On Thursday, I posted On US-Iran Relations, arguing that normalizing relations with the US and the West would require Ayatollah Khamenei’s personal intervention to force different factions within the principlists (hardliners) to accept limits on the country’s nuclear program and to end relations with extremist organizations in the region.
Yesterday, British Ambassador to the United Nations, John Sawers, said in a BBC documentary that in 2005 the Iranians were ready to strike a deal whereby they stop their support of the violent extremists and Iraqi insurgents engaged in killing the US and British forces in Iraq, if the West allowed Iran to carry on with its nuclear program.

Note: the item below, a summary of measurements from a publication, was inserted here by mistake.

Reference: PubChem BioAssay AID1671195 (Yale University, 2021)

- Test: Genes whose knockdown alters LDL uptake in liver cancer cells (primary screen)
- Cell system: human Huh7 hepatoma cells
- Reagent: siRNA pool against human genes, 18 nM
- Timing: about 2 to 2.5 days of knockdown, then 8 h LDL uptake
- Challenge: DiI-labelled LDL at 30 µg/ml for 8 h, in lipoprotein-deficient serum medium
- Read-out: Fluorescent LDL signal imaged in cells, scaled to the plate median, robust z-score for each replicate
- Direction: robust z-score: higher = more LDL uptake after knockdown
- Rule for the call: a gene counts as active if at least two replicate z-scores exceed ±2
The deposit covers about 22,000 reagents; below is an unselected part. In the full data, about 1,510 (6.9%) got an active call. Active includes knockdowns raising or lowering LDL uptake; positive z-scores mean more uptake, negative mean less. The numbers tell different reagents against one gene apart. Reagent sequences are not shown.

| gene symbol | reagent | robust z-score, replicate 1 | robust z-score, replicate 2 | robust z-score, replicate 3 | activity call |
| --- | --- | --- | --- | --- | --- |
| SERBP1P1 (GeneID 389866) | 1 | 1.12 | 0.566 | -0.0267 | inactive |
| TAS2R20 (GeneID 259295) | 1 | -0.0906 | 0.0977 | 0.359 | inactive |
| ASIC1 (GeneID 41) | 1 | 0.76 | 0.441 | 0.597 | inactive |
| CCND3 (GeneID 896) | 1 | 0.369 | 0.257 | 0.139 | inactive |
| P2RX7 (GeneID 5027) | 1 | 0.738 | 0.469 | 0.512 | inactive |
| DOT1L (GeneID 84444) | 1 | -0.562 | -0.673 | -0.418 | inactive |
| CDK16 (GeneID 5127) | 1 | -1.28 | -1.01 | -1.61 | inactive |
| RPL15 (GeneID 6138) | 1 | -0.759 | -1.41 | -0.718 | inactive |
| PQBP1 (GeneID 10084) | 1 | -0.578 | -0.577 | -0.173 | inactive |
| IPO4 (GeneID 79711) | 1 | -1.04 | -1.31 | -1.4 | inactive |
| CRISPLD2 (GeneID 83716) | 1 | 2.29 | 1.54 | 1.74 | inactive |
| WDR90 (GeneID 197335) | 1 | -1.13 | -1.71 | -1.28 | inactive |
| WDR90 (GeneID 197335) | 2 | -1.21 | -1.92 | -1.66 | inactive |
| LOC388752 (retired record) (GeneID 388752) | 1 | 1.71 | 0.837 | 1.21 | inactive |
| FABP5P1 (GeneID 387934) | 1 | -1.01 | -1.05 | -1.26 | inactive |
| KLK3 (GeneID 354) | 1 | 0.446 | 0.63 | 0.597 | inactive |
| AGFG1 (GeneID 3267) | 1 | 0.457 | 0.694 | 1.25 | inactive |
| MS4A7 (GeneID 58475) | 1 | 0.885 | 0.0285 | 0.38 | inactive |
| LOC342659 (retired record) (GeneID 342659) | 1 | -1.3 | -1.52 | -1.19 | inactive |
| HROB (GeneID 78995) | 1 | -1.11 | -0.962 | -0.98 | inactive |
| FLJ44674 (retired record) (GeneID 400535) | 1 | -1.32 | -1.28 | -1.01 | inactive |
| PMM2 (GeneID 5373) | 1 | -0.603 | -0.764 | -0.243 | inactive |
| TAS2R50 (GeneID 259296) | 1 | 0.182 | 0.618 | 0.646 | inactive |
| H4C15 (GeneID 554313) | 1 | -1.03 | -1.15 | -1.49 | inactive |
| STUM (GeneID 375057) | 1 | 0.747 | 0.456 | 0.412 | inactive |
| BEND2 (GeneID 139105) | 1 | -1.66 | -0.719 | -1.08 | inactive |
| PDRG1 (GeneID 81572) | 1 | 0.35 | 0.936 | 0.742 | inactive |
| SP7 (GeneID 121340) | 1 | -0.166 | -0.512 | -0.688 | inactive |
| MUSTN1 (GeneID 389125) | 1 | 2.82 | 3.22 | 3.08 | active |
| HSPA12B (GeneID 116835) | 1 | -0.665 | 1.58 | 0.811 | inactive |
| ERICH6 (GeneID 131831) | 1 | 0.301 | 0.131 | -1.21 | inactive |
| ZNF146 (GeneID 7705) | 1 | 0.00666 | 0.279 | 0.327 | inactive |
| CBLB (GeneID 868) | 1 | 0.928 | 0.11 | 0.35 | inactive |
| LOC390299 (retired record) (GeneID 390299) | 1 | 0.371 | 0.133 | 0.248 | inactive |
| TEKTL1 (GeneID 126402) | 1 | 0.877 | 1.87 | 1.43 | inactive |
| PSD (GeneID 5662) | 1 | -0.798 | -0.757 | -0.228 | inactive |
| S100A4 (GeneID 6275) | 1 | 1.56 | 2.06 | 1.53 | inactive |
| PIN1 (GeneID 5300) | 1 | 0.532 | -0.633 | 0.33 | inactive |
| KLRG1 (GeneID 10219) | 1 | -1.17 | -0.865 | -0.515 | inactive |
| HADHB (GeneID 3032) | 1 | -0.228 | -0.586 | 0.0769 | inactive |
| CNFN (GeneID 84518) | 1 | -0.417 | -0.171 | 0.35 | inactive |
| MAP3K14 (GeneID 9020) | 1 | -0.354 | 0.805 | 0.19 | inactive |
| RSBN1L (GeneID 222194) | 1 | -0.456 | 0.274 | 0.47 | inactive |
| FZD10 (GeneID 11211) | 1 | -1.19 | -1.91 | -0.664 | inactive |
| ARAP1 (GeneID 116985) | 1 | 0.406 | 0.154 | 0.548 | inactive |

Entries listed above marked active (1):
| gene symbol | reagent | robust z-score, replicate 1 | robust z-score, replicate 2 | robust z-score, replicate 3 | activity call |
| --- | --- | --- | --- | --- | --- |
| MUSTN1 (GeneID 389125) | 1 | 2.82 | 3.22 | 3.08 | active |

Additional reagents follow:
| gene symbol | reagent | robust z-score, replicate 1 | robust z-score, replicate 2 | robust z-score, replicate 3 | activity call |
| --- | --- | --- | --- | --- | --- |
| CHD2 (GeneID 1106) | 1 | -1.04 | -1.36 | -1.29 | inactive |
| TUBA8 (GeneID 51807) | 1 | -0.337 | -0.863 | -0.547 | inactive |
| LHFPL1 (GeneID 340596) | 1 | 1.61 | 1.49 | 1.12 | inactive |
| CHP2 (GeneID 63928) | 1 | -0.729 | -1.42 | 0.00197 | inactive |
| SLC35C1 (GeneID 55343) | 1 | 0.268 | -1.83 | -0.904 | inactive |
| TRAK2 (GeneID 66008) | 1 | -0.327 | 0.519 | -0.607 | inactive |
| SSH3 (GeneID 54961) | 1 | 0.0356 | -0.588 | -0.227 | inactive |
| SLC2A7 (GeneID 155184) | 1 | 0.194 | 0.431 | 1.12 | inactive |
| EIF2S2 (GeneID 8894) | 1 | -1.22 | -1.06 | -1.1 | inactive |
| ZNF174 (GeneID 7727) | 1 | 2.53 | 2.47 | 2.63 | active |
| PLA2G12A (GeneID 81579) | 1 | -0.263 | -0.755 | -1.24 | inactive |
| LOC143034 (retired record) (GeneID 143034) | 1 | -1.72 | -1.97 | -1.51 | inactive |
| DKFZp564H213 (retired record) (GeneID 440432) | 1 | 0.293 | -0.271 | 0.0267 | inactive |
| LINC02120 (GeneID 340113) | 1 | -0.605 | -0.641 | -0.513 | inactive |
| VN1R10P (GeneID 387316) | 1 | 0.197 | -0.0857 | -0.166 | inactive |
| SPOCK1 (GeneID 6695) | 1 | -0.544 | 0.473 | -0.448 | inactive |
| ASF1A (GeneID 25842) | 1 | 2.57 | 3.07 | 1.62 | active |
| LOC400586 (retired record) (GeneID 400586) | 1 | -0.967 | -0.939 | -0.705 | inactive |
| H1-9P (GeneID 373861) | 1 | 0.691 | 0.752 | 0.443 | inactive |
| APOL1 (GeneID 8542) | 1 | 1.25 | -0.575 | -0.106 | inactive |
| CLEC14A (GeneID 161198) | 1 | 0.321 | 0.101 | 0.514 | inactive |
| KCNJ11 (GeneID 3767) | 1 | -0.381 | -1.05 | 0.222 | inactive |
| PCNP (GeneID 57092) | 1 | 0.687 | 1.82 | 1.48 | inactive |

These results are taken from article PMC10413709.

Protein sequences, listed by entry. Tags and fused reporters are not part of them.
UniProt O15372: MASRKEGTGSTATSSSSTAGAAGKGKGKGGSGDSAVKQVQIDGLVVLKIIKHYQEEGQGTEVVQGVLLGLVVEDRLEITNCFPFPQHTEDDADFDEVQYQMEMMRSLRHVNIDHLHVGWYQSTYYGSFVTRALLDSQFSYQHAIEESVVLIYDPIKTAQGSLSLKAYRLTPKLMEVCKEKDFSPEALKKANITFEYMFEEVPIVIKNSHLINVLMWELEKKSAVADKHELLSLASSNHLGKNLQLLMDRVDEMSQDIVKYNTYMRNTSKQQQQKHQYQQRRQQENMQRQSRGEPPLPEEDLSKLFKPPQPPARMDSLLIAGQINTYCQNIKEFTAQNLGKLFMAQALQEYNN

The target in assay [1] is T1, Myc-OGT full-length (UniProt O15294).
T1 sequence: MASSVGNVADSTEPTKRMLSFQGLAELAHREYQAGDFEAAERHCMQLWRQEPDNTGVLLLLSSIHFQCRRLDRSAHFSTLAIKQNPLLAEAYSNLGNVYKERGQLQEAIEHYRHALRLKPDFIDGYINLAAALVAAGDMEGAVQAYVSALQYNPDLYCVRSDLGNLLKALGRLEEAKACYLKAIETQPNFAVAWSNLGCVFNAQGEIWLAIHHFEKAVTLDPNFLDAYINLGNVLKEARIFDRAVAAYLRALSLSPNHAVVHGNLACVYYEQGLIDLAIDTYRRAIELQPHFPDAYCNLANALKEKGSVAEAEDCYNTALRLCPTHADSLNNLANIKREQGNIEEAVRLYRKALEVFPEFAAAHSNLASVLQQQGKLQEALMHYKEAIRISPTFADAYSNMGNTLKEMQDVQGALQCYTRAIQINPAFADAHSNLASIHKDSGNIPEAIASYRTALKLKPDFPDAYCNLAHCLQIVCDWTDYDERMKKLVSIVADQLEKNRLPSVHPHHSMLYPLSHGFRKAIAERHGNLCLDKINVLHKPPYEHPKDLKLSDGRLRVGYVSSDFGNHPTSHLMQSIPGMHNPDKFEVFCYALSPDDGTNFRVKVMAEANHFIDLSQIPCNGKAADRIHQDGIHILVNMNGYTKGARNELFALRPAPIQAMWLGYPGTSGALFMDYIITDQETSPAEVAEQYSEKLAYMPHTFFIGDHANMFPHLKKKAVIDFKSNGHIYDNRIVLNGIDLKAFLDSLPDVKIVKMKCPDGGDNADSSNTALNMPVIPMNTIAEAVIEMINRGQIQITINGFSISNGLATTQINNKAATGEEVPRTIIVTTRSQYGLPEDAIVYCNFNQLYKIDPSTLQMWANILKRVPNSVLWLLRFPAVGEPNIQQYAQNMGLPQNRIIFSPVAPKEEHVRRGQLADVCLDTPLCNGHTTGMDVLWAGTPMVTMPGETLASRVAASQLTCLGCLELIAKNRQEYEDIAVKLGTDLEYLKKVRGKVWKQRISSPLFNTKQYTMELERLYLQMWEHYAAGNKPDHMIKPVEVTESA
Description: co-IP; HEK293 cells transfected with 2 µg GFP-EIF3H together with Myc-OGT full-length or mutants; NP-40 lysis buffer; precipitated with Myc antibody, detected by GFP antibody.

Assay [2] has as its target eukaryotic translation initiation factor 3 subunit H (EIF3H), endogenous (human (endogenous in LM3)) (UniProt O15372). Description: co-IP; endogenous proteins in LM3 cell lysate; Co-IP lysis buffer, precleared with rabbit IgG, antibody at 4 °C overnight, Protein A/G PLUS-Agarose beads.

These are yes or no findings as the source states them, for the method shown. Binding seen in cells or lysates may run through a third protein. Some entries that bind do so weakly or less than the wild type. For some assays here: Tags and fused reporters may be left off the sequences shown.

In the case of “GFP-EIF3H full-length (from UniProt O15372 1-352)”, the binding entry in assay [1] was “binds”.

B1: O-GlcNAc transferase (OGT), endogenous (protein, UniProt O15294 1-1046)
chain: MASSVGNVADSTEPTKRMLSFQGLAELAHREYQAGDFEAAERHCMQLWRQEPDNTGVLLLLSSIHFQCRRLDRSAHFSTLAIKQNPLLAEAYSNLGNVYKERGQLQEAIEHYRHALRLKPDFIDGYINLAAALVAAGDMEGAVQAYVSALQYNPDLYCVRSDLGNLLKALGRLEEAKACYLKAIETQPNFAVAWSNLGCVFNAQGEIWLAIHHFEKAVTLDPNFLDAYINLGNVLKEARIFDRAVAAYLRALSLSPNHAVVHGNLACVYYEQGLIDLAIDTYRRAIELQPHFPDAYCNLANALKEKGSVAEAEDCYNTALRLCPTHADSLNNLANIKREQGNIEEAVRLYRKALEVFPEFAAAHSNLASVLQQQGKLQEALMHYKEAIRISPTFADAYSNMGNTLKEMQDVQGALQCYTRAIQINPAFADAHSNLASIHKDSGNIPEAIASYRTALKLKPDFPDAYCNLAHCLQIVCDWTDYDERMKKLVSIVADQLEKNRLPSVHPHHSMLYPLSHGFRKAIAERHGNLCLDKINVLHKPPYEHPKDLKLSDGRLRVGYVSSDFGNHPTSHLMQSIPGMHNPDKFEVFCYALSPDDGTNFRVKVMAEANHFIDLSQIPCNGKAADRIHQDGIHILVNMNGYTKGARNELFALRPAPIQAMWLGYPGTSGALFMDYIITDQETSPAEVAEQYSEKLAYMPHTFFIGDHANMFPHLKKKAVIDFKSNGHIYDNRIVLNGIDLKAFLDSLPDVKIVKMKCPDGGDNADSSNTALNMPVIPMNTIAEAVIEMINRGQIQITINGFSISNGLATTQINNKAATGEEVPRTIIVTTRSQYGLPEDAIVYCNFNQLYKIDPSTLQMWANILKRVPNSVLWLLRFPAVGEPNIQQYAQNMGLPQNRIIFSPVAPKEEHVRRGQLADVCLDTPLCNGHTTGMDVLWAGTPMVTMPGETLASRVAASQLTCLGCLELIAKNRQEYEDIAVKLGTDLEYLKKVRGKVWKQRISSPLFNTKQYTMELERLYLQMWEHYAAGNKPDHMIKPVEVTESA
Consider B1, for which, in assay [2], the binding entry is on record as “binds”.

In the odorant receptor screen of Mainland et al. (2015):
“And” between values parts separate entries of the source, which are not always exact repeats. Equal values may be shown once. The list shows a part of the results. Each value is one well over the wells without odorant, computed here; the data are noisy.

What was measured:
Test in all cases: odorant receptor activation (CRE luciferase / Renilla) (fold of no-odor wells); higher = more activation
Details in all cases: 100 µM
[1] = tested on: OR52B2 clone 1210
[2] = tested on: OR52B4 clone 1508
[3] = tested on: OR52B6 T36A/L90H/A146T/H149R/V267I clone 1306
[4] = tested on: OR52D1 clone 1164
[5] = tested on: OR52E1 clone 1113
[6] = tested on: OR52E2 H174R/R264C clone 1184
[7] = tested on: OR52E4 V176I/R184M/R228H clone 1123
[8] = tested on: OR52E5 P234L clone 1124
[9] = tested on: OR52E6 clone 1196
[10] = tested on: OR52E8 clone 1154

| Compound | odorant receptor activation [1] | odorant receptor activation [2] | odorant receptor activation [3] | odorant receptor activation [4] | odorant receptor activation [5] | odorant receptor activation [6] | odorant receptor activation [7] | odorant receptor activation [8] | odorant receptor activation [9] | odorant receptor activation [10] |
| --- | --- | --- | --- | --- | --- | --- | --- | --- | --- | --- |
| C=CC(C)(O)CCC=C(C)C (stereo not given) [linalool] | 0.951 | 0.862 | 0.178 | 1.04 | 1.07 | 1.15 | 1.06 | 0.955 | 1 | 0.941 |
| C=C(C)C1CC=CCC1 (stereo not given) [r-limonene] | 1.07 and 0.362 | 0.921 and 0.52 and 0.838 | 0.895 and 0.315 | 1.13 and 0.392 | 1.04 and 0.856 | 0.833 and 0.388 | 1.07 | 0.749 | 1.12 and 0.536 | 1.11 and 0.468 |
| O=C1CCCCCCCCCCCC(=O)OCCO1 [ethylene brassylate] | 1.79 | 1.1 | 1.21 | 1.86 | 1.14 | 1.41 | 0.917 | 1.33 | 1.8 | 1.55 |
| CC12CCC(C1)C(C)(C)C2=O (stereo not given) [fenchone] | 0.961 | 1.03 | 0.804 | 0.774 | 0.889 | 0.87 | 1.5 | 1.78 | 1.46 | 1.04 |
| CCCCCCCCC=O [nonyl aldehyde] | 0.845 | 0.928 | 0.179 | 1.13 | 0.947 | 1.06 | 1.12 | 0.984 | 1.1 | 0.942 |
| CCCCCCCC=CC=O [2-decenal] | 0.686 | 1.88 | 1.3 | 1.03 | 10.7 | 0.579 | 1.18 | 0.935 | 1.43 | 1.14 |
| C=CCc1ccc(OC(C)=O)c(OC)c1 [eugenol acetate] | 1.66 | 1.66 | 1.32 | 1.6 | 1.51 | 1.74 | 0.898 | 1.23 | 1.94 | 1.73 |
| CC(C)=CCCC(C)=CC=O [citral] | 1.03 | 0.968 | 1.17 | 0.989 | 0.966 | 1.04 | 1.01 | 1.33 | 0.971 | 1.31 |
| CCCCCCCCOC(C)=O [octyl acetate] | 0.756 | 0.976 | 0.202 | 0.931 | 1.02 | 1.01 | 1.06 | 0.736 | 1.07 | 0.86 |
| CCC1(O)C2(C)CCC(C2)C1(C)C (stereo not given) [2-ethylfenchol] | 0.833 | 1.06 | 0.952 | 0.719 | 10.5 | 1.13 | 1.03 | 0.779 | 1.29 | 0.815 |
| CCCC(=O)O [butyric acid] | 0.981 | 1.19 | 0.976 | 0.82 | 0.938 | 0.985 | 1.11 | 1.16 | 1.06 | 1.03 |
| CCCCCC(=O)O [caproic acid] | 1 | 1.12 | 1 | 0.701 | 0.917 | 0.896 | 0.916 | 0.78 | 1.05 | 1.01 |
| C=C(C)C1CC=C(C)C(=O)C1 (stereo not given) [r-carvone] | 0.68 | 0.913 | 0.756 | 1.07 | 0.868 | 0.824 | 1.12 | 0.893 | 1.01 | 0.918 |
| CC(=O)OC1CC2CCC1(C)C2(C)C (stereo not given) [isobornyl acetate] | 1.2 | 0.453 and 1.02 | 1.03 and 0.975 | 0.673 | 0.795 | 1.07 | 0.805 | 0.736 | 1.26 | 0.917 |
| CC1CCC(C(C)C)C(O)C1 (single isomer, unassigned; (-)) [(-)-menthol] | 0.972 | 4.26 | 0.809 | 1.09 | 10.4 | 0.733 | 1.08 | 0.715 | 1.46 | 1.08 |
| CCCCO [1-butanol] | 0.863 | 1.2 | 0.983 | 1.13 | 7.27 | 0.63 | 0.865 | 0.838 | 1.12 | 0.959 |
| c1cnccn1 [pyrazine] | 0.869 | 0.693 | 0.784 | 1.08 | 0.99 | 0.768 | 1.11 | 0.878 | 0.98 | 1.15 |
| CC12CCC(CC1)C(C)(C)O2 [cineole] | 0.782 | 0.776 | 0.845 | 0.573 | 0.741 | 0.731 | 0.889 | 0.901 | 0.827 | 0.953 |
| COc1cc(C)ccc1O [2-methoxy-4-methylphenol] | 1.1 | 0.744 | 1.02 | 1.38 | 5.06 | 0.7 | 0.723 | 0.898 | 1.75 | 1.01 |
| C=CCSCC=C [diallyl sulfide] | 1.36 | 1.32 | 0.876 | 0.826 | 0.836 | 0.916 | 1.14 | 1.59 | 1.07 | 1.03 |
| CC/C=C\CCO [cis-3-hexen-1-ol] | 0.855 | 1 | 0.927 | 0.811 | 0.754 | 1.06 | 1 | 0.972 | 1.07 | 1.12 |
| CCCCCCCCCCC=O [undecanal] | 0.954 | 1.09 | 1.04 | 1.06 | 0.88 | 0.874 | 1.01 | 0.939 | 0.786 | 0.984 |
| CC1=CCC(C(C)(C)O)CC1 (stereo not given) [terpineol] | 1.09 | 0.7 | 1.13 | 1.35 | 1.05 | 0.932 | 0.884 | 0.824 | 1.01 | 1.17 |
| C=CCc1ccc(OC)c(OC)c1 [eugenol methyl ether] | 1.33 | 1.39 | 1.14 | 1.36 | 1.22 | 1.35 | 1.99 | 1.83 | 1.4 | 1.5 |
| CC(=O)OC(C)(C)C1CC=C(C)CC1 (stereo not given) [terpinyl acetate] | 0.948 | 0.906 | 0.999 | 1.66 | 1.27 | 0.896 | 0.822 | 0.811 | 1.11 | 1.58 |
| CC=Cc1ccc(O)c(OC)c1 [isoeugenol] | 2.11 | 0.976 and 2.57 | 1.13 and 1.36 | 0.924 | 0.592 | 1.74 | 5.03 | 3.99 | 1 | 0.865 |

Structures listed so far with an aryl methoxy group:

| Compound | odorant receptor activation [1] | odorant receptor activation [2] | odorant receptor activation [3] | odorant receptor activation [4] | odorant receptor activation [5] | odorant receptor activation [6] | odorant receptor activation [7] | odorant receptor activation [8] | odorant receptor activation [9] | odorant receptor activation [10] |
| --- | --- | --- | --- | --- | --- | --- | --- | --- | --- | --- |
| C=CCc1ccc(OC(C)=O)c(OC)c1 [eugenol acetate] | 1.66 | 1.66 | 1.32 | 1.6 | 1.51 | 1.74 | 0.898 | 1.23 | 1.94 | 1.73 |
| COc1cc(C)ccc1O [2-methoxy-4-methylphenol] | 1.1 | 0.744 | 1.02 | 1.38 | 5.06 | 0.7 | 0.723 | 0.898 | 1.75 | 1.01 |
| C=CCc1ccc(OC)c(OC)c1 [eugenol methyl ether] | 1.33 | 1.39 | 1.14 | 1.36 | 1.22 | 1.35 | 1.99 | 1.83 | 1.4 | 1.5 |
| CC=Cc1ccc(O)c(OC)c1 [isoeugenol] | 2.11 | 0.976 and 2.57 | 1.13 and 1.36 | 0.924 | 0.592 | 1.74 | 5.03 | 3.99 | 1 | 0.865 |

“We stop killing you in Iraq, stop undermining political process there, you allow us to carry on with our nuclear program without let or hindrance,” Ambassador Sawers said in the documentary, “Iran and the West: Nuclear Confrontation” [BBC, Saturday 21 February].
We are not sure of the details and the extent of Iran’s offer; we only know Ambassador Sawers’ account of the event. However, it is quite feasible to assume that the Iranian government is, and has been, looking to find ways to strike a deal with the West.
If the West accepts limited (less the 4%) uranium enrichment program and lift economic sanctions against Iran, Ayatollah Khamenei will be in a position to force the principlists to accept normalizing relations with the Obama administration and the West and disengage from extremist organizations in the region.